— nurseBOOM (@emilyBOOMBOOM) August 18, 2014
Over the past week, like many across the world, I watched the events unfolding in the U.S town of Ferguson, primarily by following the #Ferguson hashtag and following a number of journalists and others who were produced large numbers of up-to-the-moment Vines.
The importance of Vine in these vents cannot be overstated. Previously, Vine has very much been seen as an artistic platform in the eyes of the public – with most content designed to be highly elaborate despite the relative ease and immediacy of uploading. However in some ways I see Vine as finally having come into it’s own as a journalistic during these horrific events.
For the first time, 56% of the U.S. public now possess smartphones. Not only were there many people able to record and upload, there were many more able to
While there are a million ways to upload video to the internet, Vines are easily loaded and viewed in the Twitter timeline, and anyone with even the tiniest bit of mobile data can watch a six second clip. Indeed, for me, the starkness of a rough six second clip really ham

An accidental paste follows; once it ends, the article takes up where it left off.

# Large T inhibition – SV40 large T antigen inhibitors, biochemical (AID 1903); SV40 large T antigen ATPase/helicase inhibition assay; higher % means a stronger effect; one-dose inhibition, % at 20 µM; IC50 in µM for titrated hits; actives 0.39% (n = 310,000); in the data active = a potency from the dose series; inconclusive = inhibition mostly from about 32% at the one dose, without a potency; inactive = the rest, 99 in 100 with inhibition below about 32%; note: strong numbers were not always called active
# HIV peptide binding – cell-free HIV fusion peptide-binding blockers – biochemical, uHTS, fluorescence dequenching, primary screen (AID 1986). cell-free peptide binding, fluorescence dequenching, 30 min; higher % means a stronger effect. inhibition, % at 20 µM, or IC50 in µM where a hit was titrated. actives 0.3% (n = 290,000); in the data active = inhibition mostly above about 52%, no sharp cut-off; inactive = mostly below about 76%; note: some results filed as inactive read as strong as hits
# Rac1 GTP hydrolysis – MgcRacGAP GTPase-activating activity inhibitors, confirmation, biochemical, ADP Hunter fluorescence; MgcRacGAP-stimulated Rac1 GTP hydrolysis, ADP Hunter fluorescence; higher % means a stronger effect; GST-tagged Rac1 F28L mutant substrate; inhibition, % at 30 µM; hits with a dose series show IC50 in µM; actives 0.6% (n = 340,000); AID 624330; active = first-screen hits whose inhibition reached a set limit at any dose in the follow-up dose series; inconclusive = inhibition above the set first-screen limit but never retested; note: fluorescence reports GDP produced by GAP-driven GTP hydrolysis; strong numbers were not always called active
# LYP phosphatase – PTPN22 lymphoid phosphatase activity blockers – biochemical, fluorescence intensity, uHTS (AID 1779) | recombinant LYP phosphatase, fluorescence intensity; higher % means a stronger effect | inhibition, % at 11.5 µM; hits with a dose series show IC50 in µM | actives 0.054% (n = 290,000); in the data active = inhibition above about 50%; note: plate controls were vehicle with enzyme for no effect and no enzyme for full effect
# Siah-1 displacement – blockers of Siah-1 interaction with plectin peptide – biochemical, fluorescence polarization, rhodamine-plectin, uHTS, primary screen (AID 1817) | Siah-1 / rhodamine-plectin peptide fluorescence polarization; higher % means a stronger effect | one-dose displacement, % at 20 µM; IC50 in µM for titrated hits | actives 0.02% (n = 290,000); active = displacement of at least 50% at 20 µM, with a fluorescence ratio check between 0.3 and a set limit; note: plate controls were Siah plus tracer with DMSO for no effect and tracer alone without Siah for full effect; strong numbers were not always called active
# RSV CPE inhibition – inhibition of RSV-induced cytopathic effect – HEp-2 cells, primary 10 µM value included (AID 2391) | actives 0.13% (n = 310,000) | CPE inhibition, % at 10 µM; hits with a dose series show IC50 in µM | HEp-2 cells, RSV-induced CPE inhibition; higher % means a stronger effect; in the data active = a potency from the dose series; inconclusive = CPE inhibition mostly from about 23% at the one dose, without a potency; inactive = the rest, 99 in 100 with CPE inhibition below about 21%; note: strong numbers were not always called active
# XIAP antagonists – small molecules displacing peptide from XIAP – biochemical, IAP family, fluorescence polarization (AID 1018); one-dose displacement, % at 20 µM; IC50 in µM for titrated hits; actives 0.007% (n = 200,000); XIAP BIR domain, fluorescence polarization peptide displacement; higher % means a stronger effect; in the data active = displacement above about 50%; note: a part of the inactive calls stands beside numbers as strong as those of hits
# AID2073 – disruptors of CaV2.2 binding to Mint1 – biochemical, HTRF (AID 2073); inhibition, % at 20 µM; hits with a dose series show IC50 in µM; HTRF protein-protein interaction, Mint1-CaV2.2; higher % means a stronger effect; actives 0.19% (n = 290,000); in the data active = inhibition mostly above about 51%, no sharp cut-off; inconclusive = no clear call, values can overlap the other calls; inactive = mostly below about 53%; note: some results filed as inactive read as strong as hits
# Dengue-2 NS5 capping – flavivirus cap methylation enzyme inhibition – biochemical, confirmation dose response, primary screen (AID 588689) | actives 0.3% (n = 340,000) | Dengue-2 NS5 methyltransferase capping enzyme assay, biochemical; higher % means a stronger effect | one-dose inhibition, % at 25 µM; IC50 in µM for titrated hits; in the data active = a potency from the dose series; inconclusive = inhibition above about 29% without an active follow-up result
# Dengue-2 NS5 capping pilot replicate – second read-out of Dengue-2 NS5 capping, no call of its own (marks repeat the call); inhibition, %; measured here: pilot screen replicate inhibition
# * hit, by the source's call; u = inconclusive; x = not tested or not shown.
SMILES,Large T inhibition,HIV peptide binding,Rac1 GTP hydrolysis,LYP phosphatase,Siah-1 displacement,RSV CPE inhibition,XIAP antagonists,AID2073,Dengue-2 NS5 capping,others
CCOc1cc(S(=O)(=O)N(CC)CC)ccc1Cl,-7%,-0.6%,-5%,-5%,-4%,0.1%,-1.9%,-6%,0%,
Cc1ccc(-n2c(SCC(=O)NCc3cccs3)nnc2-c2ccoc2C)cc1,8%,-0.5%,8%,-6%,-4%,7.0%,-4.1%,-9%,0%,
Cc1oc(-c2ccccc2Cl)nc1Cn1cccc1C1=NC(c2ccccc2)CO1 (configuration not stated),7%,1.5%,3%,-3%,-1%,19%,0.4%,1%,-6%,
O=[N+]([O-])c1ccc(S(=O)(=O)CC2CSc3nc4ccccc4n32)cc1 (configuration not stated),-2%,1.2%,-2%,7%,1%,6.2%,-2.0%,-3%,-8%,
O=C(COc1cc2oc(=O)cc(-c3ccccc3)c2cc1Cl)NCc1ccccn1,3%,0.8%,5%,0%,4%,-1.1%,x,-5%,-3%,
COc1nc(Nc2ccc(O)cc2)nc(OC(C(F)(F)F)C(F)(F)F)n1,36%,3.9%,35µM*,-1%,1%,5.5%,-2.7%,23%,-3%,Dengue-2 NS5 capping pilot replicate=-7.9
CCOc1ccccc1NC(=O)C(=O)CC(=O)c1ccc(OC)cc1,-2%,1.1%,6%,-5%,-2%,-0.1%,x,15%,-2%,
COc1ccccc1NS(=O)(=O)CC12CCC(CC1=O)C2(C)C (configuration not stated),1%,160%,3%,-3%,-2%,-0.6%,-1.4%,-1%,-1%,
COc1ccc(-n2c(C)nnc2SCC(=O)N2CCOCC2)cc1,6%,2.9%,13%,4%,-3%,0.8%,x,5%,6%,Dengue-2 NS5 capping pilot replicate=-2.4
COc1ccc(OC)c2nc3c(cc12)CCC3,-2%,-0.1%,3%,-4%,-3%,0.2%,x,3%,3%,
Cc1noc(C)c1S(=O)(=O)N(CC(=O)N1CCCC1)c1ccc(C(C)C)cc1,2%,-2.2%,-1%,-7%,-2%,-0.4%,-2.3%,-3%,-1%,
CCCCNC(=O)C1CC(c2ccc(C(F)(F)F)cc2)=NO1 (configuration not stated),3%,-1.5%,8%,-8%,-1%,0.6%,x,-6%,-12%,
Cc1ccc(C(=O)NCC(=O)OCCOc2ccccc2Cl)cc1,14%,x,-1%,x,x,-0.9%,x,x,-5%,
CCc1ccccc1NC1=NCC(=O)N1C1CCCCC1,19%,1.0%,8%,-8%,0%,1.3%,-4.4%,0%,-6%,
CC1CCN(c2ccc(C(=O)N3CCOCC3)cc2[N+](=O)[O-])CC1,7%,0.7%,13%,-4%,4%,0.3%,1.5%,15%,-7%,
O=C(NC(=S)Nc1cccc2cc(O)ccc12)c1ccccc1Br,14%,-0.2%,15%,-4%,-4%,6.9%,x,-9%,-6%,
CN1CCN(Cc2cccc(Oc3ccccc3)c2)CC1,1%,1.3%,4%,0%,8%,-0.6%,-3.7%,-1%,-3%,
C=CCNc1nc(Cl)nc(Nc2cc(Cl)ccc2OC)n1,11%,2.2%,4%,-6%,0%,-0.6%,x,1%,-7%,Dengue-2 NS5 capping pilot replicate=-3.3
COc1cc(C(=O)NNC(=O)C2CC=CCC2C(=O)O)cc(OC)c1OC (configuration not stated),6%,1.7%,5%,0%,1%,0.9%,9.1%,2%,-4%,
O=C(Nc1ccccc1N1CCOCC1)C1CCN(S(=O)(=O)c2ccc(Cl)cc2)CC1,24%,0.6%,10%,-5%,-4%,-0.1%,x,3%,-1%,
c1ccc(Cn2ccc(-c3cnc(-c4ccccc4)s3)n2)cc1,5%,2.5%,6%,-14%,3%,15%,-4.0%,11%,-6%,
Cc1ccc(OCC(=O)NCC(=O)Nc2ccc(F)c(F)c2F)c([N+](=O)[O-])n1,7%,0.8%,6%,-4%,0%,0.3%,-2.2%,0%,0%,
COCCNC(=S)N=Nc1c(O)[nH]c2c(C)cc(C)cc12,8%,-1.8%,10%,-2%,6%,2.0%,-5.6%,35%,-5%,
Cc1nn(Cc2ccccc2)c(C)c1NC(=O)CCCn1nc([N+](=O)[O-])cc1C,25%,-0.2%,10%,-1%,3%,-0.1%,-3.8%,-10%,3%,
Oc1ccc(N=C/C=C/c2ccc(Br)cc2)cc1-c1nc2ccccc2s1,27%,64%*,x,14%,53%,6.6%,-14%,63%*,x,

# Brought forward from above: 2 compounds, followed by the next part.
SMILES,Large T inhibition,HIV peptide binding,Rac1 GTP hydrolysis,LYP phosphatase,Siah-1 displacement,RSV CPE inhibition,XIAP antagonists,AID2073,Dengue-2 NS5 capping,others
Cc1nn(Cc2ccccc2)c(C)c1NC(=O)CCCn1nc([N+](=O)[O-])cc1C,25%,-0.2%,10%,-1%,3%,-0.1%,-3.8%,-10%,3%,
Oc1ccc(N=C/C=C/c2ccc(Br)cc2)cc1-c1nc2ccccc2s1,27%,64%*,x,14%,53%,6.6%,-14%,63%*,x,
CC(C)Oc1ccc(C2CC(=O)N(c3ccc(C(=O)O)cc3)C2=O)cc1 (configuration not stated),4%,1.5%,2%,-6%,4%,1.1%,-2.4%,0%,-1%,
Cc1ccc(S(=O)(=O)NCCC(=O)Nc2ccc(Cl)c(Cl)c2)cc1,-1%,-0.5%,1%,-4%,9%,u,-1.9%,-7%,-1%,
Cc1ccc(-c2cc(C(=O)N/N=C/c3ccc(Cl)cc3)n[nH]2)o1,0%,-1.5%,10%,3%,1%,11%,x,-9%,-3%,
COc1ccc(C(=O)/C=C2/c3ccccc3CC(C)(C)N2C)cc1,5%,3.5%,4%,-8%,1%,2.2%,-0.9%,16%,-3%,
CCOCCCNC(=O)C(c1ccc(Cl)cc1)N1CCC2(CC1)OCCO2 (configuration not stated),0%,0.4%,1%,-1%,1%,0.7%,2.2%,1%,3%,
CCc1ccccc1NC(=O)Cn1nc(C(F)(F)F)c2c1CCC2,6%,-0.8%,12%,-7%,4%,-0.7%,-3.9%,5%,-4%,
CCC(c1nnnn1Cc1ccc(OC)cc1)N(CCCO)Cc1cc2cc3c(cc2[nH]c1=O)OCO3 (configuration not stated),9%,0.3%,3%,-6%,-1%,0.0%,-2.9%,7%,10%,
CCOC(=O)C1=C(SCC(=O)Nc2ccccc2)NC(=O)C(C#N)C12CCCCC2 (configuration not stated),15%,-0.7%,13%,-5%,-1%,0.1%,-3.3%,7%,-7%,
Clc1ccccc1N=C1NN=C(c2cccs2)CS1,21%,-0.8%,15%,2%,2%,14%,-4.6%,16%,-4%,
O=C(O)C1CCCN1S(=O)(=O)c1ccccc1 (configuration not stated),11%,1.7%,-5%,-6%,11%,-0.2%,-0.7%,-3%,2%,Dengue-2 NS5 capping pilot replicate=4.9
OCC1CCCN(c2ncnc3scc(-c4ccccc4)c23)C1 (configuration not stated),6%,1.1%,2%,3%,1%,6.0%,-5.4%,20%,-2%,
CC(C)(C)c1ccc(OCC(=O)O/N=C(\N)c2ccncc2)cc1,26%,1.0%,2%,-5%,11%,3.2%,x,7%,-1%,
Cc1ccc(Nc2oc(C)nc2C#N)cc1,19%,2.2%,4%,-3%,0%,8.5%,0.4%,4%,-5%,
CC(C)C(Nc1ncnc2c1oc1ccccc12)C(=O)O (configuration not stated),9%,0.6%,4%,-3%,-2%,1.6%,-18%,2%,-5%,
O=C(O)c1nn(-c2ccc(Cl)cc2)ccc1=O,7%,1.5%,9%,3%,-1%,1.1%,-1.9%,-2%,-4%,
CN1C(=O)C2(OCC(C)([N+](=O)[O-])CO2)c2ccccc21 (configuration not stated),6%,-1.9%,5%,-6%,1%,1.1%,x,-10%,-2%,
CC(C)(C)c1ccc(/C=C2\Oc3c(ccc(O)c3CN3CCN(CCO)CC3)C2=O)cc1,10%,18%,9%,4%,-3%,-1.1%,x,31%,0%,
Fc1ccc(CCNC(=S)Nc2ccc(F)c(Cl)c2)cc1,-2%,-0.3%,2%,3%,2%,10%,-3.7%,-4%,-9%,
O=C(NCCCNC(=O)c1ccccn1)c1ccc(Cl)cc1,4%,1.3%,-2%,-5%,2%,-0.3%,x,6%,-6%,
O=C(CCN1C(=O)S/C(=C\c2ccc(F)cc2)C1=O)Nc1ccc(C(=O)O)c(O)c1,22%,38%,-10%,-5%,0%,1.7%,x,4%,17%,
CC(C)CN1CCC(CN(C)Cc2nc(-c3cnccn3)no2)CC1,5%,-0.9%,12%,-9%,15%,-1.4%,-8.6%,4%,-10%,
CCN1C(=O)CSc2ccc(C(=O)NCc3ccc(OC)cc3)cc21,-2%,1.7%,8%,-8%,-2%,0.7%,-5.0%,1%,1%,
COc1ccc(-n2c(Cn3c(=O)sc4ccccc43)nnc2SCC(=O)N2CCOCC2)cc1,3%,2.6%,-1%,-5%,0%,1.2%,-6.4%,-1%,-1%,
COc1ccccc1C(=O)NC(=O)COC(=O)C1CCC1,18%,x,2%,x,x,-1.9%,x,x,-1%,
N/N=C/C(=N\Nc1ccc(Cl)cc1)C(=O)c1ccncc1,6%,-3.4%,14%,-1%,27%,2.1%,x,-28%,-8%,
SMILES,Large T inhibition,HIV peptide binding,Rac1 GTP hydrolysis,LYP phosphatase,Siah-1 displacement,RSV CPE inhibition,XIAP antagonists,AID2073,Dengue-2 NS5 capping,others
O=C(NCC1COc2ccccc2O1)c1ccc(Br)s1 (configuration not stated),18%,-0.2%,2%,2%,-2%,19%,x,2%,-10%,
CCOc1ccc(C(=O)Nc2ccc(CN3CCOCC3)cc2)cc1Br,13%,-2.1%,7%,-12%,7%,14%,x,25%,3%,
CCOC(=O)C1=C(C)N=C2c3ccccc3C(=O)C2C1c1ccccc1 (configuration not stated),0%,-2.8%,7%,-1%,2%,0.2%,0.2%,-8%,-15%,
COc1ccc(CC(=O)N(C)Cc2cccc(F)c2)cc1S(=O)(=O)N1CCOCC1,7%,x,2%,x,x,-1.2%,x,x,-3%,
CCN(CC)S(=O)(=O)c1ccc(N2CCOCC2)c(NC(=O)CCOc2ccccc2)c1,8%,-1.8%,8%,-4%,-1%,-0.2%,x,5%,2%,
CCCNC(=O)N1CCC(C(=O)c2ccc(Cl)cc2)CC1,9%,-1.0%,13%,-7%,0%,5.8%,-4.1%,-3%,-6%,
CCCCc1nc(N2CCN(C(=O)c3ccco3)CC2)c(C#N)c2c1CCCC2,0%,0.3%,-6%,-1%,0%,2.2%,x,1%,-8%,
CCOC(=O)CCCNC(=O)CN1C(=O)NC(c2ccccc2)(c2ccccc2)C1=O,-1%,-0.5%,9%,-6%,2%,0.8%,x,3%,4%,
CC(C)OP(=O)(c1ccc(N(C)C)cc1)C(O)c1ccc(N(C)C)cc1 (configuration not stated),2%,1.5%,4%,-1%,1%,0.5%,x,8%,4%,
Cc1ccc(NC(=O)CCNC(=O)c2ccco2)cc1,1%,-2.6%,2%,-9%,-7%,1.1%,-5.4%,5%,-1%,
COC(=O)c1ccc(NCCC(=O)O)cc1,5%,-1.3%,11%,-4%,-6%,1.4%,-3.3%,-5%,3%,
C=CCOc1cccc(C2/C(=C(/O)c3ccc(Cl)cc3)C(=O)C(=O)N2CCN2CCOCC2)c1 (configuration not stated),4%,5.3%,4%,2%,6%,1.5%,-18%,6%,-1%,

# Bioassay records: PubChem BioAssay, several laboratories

One persistent theme in much of the twitter coverage has been the unwillingness of many social media spectators to believe the tweeting journalists on the ground, notable reports such as Matt Pierce or Wesley Lowery were accused of exaggerating, twisting the facts or outright lying on an almost hourly basis. While the mantra of ‘the camera never lies’ is certainly not true, the stark short Vines coming out of Ferguson are undeniable proof of the ongoing events . It’s much harder to claim that people are lying when faced with the barrage of Vines showing similar images. This is a type of video reporting that has simply not been possible up until now, certainly not on the scale seen in Furgeson.